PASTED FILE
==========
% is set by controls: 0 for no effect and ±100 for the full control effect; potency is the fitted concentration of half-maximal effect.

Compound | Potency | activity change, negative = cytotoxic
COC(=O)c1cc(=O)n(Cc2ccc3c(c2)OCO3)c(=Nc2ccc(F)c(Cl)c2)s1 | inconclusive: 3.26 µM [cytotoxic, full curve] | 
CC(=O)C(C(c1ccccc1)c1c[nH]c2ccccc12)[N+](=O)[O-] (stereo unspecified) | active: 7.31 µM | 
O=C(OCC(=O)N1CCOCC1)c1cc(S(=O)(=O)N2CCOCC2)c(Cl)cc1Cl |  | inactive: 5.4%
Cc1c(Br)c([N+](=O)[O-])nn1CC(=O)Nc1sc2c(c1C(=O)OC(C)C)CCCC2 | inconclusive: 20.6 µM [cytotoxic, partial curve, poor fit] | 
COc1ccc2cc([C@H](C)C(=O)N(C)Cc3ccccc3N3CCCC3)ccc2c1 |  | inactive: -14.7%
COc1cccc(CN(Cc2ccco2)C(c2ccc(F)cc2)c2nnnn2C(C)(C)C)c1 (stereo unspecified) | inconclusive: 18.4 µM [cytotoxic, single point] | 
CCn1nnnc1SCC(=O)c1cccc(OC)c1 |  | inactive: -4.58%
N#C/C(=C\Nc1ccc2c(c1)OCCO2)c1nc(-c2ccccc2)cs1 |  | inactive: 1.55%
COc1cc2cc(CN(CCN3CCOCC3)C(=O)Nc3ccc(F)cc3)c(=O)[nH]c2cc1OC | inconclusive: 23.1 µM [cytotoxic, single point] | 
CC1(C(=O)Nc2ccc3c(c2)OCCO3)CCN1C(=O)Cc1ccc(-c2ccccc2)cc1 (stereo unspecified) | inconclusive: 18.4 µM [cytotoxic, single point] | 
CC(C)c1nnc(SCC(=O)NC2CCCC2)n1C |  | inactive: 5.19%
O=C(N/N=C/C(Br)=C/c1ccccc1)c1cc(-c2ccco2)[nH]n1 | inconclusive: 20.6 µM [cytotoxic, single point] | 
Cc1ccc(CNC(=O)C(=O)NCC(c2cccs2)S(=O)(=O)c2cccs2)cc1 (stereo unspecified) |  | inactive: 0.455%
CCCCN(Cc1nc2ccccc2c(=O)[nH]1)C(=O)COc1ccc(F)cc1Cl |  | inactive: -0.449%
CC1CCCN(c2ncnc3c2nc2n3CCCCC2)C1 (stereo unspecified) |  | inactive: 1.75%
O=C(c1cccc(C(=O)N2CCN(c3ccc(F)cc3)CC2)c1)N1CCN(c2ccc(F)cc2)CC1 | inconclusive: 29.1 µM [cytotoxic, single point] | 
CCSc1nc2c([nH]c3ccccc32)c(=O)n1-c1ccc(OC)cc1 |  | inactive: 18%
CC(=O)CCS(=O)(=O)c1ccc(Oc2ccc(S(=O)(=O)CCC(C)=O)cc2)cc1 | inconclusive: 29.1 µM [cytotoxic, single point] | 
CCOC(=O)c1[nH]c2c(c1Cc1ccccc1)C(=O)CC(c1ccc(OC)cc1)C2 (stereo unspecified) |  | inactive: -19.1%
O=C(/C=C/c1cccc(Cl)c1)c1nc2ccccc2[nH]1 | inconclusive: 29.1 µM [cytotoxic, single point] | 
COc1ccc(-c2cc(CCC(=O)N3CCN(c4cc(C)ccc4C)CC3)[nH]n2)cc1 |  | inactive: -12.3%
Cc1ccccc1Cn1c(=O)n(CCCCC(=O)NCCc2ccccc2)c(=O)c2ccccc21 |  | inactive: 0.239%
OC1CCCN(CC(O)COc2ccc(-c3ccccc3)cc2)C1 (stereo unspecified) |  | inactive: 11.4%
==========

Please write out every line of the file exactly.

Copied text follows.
% is set by controls: 0 for no effect and ±100 for the full control effect; potency is the fitted concentration of half-maximal effect.

Compound | Potency | activity change, negative = cytotoxic
COC(=O)c1cc(=O)n(Cc2ccc3c(c2)OCO3)c(=Nc2ccc(F)c(Cl)c2)s1 | inconclusive: 3.26 µM [cytotoxic, full curve] | 
CC(=O)C(C(c1ccccc1)c1c[nH]c2ccccc12)[N+](=O)[O-] (stereo unspecified) | active: 7.31 µM | 
O=C(OCC(=O)N1CCOCC1)c1cc(S(=O)(=O)N2CCOCC2)c(Cl)cc1Cl |  | inactive: 5.4%
Cc1c(Br)c([N+](=O)[O-])nn1CC(=O)Nc1sc2c(c1C(=O)OC(C)C)CCCC2 | inconclusive: 20.6 µM [cytotoxic, partial curve, poor fit] | 
COc1ccc2cc([C@H](C)C(=O)N(C)Cc3ccccc3N3CCCC3)ccc2c1 |  | inactive: -14.7%
COc1cccc(CN(Cc2ccco2)C(c2ccc(F)cc2)c2nnnn2C(C)(C)C)c1 (stereo unspecified) | inconclusive: 18.4 µM [cytotoxic, single point] | 
CCn1nnnc1SCC(=O)c1cccc(OC)c1 |  | inactive: -4.58%
N#C/C(=C\Nc1ccc2c(c1)OCCO2)c1nc(-c2ccccc2)cs1 |  | inactive: 1.55%
COc1cc2cc(CN(CCN3CCOCC3)C(=O)Nc3ccc(F)cc3)c(=O)[nH]c2cc1OC | inconclusive: 23.1 µM [cytotoxic, single point] | 
CC1(C(=O)Nc2ccc3c(c2)OCCO3)CCN1C(=O)Cc1ccc(-c2ccccc2)cc1 (stereo unspecified) | inconclusive: 18.4 µM [cytotoxic, single point] | 
CC(C)c1nnc(SCC(=O)NC2CCCC2)n1C |  | inactive: 5.19%
O=C(N/N=C/C(Br)=C/c1ccccc1)c1cc(-c2ccco2)[nH]n1 | inconclusive: 20.6 µM [cytotoxic, single point] | 
Cc1ccc(CNC(=O)C(=O)NCC(c2cccs2)S(=O)(=O)c2cccs2)cc1 (stereo unspecified) |  | inactive: 0.455%
CCCCN(Cc1nc2ccccc2c(=O)[nH]1)C(=O)COc1ccc(F)cc1Cl |  | inactive: -0.449%
CC1CCCN(c2ncnc3c2nc2n3CCCCC2)C1 (stereo unspecified) |  | inactive: 1.75%
O=C(c1cccc(C(=O)N2CCN(c3ccc(F)cc3)CC2)c1)N1CCN(c2ccc(F)cc2)CC1 | inconclusive: 29.1 µM [cytotoxic, single point] | 
CCSc1nc2c([nH]c3ccccc32)c(=O)n1-c1ccc(OC)cc1 |  | inactive: 18%
CC(=O)CCS(=O)(=O)c1ccc(Oc2ccc(S(=O)(=O)CCC(C)=O)cc2)cc1 | inconclusive: 29.1 µM [cytotoxic, single point] | 
CCOC(=O)c1[nH]c2c(c1Cc1ccccc1)C(=O)CC(c1ccc(OC)cc1)C2 (stereo unspecified) |  | inactive: -19.1%
O=C(/C=C/c1cccc(Cl)c1)c1nc2ccccc2[nH]1 | inconclusive: 29.1 µM [cytotoxic, single point] | 
COc1ccc(-c2cc(CCC(=O)N3CCN(c4cc(C)ccc4C)CC3)[nH]n2)cc1 |  | inactive: -12.3%
Cc1ccccc1Cn1c(=O)n(CCCCC(=O)NCCc2ccccc2)c(=O)c2ccccc21 |  | inactive: 0.239%
OC1CCCN(CC(O)COc2ccc(-c3ccccc3)cc2)C1 (stereo unspecified) |  | inactive: 11.4%